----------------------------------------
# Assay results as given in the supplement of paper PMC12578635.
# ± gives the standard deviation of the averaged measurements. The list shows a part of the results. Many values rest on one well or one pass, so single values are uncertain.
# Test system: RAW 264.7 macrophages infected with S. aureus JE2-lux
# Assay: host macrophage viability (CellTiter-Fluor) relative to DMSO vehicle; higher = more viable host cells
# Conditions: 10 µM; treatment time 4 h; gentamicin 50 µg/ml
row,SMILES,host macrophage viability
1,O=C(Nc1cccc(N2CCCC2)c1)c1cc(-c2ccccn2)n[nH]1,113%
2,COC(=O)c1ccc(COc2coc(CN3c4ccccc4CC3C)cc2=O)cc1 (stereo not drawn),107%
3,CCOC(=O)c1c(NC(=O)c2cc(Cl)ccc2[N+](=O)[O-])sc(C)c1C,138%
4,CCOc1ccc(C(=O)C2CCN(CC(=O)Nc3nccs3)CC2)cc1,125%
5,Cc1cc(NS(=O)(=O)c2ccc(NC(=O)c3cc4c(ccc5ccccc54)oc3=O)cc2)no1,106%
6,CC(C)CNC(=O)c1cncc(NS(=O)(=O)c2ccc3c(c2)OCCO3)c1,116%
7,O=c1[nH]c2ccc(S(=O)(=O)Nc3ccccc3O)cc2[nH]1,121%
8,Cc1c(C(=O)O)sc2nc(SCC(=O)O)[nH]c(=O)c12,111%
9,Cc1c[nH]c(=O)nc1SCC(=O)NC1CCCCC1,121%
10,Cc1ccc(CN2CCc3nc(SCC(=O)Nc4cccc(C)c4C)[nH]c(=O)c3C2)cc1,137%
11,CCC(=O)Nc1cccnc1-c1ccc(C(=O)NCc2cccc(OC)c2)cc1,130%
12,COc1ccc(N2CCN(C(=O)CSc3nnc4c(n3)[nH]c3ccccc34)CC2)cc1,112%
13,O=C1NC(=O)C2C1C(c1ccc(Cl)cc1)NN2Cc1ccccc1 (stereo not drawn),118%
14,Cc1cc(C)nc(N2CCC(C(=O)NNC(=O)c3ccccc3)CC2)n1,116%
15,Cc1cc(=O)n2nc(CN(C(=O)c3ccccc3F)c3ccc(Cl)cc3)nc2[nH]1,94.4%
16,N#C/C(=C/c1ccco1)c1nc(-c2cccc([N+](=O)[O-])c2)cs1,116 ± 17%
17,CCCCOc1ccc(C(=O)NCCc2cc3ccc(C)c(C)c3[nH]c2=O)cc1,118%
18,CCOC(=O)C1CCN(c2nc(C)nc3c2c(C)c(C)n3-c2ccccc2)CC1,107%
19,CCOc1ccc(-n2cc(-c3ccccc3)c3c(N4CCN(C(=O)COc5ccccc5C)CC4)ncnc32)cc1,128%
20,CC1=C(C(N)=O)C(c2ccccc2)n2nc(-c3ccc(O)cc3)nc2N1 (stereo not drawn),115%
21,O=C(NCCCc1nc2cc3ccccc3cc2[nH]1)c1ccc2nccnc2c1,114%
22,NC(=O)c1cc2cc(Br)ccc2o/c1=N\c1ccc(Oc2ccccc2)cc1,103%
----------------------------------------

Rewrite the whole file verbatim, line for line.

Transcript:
# Assay results as given in the supplement of paper PMC12578635.
# ± gives the standard deviation of the averaged measurements. The list shows a part of the results. Many values rest on one well or one pass, so single values are uncertain.
# Test system: RAW 264.7 macrophages infected with S. aureus JE2-lux
# Assay: host macrophage viability (CellTiter-Fluor) relative to DMSO vehicle; higher = more viable host cells
# Conditions: 10 µM; treatment time 4 h; gentamicin 50 µg/ml
row,SMILES,host macrophage viability
1,O=C(Nc1cccc(N2CCCC2)c1)c1cc(-c2ccccn2)n[nH]1,113%
2,COC(=O)c1ccc(COc2coc(CN3c4ccccc4CC3C)cc2=O)cc1 (stereo not drawn),107%
3,CCOC(=O)c1c(NC(=O)c2cc(Cl)ccc2[N+](=O)[O-])sc(C)c1C,138%
4,CCOc1ccc(C(=O)C2CCN(CC(=O)Nc3nccs3)CC2)cc1,125%
5,Cc1cc(NS(=O)(=O)c2ccc(NC(=O)c3cc4c(ccc5ccccc54)oc3=O)cc2)no1,106%
6,CC(C)CNC(=O)c1cncc(NS(=O)(=O)c2ccc3c(c2)OCCO3)c1,116%
7,O=c1[nH]c2ccc(S(=O)(=O)Nc3ccccc3O)cc2[nH]1,121%
8,Cc1c(C(=O)O)sc2nc(SCC(=O)O)[nH]c(=O)c12,111%
9,Cc1c[nH]c(=O)nc1SCC(=O)NC1CCCCC1,121%
10,Cc1ccc(CN2CCc3nc(SCC(=O)Nc4cccc(C)c4C)[nH]c(=O)c3C2)cc1,137%
11,CCC(=O)Nc1cccnc1-c1ccc(C(=O)NCc2cccc(OC)c2)cc1,130%
12,COc1ccc(N2CCN(C(=O)CSc3nnc4c(n3)[nH]c3ccccc34)CC2)cc1,112%
13,O=C1NC(=O)C2C1C(c1ccc(Cl)cc1)NN2Cc1ccccc1 (stereo not drawn),118%
14,Cc1cc(C)nc(N2CCC(C(=O)NNC(=O)c3ccccc3)CC2)n1,116%
15,Cc1cc(=O)n2nc(CN(C(=O)c3ccccc3F)c3ccc(Cl)cc3)nc2[nH]1,94.4%
16,N#C/C(=C/c1ccco1)c1nc(-c2cccc([N+](=O)[O-])c2)cs1,116 ± 17%
17,CCCCOc1ccc(C(=O)NCCc2cc3ccc(C)c(C)c3[nH]c2=O)cc1,118%
18,CCOC(=O)C1CCN(c2nc(C)nc3c2c(C)c(C)n3-c2ccccc2)CC1,107%
19,CCOc1ccc(-n2cc(-c3ccccc3)c3c(N4CCN(C(=O)COc5ccccc5C)CC4)ncnc32)cc1,128%
20,CC1=C(C(N)=O)C(c2ccccc2)n2nc(-c3ccc(O)cc3)nc2N1 (stereo not drawn),115%
21,O=C(NCCCc1nc2cc3ccccc3cc2[nH]1)c1ccc2nccnc2c1,114%
22,NC(=O)c1cc2cc(Br)ccc2o/c1=N\c1ccc(Oc2ccccc2)cc1,103%